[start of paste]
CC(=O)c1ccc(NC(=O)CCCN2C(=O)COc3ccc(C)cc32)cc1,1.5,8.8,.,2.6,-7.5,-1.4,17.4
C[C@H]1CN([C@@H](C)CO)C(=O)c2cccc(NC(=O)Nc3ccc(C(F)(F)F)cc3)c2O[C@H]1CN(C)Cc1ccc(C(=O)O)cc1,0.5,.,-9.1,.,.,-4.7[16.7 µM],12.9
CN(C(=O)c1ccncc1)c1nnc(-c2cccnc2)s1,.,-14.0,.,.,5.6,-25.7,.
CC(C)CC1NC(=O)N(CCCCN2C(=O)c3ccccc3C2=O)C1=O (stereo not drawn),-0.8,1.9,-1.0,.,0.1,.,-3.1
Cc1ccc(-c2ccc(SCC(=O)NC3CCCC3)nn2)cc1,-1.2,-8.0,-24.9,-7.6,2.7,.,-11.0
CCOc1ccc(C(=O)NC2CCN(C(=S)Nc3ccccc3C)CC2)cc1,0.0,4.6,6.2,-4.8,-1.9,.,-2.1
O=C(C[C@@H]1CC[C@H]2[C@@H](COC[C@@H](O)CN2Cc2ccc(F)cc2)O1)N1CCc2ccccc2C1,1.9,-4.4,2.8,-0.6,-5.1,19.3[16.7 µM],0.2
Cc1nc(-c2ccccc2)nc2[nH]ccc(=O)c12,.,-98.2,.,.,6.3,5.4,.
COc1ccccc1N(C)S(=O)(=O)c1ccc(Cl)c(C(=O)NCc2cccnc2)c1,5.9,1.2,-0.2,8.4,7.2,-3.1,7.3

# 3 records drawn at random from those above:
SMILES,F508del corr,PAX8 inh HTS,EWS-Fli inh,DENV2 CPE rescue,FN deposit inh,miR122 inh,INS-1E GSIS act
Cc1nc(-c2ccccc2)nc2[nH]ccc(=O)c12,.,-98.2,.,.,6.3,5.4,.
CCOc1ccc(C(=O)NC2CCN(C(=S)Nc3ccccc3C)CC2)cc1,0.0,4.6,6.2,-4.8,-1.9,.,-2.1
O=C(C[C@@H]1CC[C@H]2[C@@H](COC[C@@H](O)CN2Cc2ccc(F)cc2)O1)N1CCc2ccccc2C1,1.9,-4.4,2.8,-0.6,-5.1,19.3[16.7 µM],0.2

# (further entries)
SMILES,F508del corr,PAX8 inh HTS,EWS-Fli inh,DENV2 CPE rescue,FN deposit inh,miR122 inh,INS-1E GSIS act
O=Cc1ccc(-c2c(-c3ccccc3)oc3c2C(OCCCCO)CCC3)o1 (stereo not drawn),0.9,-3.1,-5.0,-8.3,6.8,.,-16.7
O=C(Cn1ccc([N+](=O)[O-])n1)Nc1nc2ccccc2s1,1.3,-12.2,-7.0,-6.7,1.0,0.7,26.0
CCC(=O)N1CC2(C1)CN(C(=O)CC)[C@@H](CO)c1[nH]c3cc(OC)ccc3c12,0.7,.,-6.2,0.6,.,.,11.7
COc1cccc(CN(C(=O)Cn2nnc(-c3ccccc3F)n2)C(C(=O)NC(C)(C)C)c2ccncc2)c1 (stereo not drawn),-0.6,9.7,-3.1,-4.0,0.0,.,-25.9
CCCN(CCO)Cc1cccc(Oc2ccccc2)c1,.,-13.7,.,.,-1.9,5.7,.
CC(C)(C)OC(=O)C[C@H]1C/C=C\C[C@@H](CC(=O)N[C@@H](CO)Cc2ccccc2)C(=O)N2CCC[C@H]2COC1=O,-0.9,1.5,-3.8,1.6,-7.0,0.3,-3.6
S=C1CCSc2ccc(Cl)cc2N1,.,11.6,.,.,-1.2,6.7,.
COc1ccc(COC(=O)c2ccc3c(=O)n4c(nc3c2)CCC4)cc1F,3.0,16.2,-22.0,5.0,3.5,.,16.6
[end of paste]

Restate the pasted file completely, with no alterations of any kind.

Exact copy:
CC(=O)c1ccc(NC(=O)CCCN2C(=O)COc3ccc(C)cc32)cc1,1.5,8.8,.,2.6,-7.5,-1.4,17.4
C[C@H]1CN([C@@H](C)CO)C(=O)c2cccc(NC(=O)Nc3ccc(C(F)(F)F)cc3)c2O[C@H]1CN(C)Cc1ccc(C(=O)O)cc1,0.5,.,-9.1,.,.,-4.7[16.7 µM],12.9
CN(C(=O)c1ccncc1)c1nnc(-c2cccnc2)s1,.,-14.0,.,.,5.6,-25.7,.
CC(C)CC1NC(=O)N(CCCCN2C(=O)c3ccccc3C2=O)C1=O (stereo not drawn),-0.8,1.9,-1.0,.,0.1,.,-3.1
Cc1ccc(-c2ccc(SCC(=O)NC3CCCC3)nn2)cc1,-1.2,-8.0,-24.9,-7.6,2.7,.,-11.0
CCOc1ccc(C(=O)NC2CCN(C(=S)Nc3ccccc3C)CC2)cc1,0.0,4.6,6.2,-4.8,-1.9,.,-2.1
O=C(C[C@@H]1CC[C@H]2[C@@H](COC[C@@H](O)CN2Cc2ccc(F)cc2)O1)N1CCc2ccccc2C1,1.9,-4.4,2.8,-0.6,-5.1,19.3[16.7 µM],0.2
Cc1nc(-c2ccccc2)nc2[nH]ccc(=O)c12,.,-98.2,.,.,6.3,5.4,.
COc1ccccc1N(C)S(=O)(=O)c1ccc(Cl)c(C(=O)NCc2cccnc2)c1,5.9,1.2,-0.2,8.4,7.2,-3.1,7.3

# 3 records drawn at random from those above:
SMILES,F508del corr,PAX8 inh HTS,EWS-Fli inh,DENV2 CPE rescue,FN deposit inh,miR122 inh,INS-1E GSIS act
Cc1nc(-c2ccccc2)nc2[nH]ccc(=O)c12,.,-98.2,.,.,6.3,5.4,.
CCOc1ccc(C(=O)NC2CCN(C(=S)Nc3ccccc3C)CC2)cc1,0.0,4.6,6.2,-4.8,-1.9,.,-2.1
O=C(C[C@@H]1CC[C@H]2[C@@H](COC[C@@H](O)CN2Cc2ccc(F)cc2)O1)N1CCc2ccccc2C1,1.9,-4.4,2.8,-0.6,-5.1,19.3[16.7 µM],0.2

# (further entries)
SMILES,F508del corr,PAX8 inh HTS,EWS-Fli inh,DENV2 CPE rescue,FN deposit inh,miR122 inh,INS-1E GSIS act
O=Cc1ccc(-c2c(-c3ccccc3)oc3c2C(OCCCCO)CCC3)o1 (stereo not drawn),0.9,-3.1,-5.0,-8.3,6.8,.,-16.7
O=C(Cn1ccc([N+](=O)[O-])n1)Nc1nc2ccccc2s1,1.3,-12.2,-7.0,-6.7,1.0,0.7,26.0
CCC(=O)N1CC2(C1)CN(C(=O)CC)[C@@H](CO)c1[nH]c3cc(OC)ccc3c12,0.7,.,-6.2,0.6,.,.,11.7
COc1cccc(CN(C(=O)Cn2nnc(-c3ccccc3F)n2)C(C(=O)NC(C)(C)C)c2ccncc2)c1 (stereo not drawn),-0.6,9.7,-3.1,-4.0,0.0,.,-25.9
CCCN(CCO)Cc1cccc(Oc2ccccc2)c1,.,-13.7,.,.,-1.9,5.7,.
CC(C)(C)OC(=O)C[C@H]1C/C=C\C[C@@H](CC(=O)N[C@@H](CO)Cc2ccccc2)C(=O)N2CCC[C@H]2COC1=O,-0.9,1.5,-3.8,1.6,-7.0,0.3,-3.6
S=C1CCSc2ccc(Cl)cc2N1,.,11.6,.,.,-1.2,6.7,.
COc1ccc(COC(=O)c2ccc3c(=O)n4c(nc3c2)CCC4)cc1F,3.0,16.2,-22.0,5.0,3.5,.,16.6